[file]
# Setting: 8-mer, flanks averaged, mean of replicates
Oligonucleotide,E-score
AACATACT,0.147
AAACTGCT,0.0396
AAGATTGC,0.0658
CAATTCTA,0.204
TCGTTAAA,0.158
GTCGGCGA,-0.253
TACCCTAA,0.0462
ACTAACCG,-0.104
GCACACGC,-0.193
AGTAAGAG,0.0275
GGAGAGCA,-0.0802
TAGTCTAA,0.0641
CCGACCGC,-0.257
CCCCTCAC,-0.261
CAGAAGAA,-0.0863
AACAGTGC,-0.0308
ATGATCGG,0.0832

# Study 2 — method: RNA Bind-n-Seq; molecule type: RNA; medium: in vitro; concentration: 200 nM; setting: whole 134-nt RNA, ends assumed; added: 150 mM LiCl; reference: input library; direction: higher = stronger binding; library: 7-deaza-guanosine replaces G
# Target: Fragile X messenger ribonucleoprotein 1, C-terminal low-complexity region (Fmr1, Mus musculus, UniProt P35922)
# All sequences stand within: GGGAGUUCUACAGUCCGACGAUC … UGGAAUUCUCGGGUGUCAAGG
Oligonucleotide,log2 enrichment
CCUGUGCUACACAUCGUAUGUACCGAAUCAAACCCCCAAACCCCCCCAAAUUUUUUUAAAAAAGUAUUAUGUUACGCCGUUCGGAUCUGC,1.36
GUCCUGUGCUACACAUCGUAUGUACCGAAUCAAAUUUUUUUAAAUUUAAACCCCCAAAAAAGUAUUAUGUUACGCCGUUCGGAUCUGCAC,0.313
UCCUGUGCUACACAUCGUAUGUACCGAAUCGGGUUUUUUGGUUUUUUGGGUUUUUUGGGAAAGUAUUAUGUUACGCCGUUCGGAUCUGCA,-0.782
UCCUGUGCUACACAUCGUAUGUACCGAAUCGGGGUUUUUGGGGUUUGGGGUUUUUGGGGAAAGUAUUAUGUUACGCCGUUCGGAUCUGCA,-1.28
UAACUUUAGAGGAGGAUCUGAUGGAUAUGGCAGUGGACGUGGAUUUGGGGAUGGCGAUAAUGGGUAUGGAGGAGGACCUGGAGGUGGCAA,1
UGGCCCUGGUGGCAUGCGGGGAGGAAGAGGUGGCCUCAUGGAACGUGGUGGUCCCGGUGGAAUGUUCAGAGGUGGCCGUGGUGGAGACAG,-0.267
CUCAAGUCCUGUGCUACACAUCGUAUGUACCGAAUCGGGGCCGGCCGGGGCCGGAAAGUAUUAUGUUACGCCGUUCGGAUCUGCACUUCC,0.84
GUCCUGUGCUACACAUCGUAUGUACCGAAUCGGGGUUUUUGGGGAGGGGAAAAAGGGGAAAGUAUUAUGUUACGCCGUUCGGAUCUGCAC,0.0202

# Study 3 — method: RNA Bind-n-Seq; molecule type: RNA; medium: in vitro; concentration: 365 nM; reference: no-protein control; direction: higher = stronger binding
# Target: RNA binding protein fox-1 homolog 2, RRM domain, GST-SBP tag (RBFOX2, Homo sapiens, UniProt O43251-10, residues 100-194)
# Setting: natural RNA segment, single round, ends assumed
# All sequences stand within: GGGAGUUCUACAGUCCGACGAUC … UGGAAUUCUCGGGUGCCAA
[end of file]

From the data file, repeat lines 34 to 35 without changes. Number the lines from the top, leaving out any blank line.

# Setting: natural RNA segment, single round, ends assumed
# All sequences stand within: GGGAGUUCUACAGUCCGACGAUC … UGGAAUUCUCGGGUGCCAA